Viafirma fully complies with the eIDAS regulation, the world’s strictest regulation in terms of digital identity and trust services
The main standard at a European level is Regulation (EU) No 910/2014 of the European Parliament and of the Council of 23 July 2014 (eIDAS) on electronic identification and trust services in electronic transactions in the domestic market and repealing Council Directive 1999/93/EC.
It lays down the conditions under which Member States must recognize the mechanisms used by natural and legal individuals for electronic identification, along with regulations for both trust services and the legal framework for e-signatures, as well as services like e-seals, timestamps, e-documents, certified electronic communication service for web service authentication, which may all differ from the electronic authentication system used by each Member state. This standard has been in force since July 1 2016.
The Regulation (EU) No 910/2014 defines three types of electronic signatures:
- Electronic Signature: An electronic signature, or e-signature, refers to data in electronic form, which is logically associated with other data in electronic form and which is used by the signatory.
- Advanced electronic signature: the e-signature that must meet several requirements:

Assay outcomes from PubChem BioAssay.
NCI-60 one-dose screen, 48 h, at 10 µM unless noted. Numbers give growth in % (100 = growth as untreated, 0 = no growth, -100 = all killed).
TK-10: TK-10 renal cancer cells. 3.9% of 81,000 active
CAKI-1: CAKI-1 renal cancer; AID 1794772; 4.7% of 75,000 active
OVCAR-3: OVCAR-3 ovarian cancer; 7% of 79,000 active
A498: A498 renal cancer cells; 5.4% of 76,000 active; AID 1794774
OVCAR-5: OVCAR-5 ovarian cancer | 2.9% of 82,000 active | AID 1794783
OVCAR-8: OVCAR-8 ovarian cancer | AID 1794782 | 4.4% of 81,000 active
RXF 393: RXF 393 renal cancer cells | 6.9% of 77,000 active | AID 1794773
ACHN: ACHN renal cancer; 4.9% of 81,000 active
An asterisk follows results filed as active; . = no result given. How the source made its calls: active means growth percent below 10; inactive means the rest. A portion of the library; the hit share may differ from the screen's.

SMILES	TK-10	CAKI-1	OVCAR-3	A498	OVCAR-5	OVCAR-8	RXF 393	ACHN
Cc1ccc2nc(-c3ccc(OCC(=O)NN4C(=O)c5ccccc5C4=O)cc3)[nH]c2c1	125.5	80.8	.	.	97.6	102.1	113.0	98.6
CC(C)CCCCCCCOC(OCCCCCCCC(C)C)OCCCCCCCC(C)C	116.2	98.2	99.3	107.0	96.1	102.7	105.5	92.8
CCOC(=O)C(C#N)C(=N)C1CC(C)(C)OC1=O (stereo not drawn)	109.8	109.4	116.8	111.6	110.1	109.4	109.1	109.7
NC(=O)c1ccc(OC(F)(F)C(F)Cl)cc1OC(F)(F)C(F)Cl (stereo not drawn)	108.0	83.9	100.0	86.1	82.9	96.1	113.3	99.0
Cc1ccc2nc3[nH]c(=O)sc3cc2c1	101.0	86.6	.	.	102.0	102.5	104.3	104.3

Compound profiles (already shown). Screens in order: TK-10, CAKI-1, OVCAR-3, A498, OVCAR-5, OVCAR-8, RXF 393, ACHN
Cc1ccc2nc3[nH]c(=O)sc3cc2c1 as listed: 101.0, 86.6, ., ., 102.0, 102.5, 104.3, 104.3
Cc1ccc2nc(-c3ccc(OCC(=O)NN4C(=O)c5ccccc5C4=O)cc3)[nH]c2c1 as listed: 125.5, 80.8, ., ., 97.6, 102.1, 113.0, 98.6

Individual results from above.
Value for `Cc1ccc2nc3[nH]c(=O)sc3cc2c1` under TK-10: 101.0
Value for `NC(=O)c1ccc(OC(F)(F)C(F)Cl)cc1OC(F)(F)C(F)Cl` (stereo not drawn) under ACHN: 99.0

- Uniquely identified to the signatory
- Allow identification of the signatory.
- Created using the electronic signature creation data, so the signatory can use under his sole control.
- Linked to the data signed by the signatory so that any subsequent change in data is detectable
- Qualified electronic signature: An advanced electronic signature that is created by a qualified signature creation device and which is based on a qualified certificate for electronic signatures.
Viafirma solutions cater to these three legal modalities. The decision whether to use a simple, advanced or qualified signature strictly depends on the specific needs of our customers.
Article 25 of eIDAS reflects the legal effects of electronic signatures:
1. An electronic signature shall not be denied legal effect and admissibility as evidence in legal proceedings solely on the grounds that it is in an electronic form or that it does not meet the requirements for qualified electronic signatures.
2. A qualified electronic signature shall have the equivalent legal effect of a handwritten signature.
3. A qualified electronic signature based on a qualified certificate issued in one Member State shall be recognised as a qualified electronic signature in all other Member States.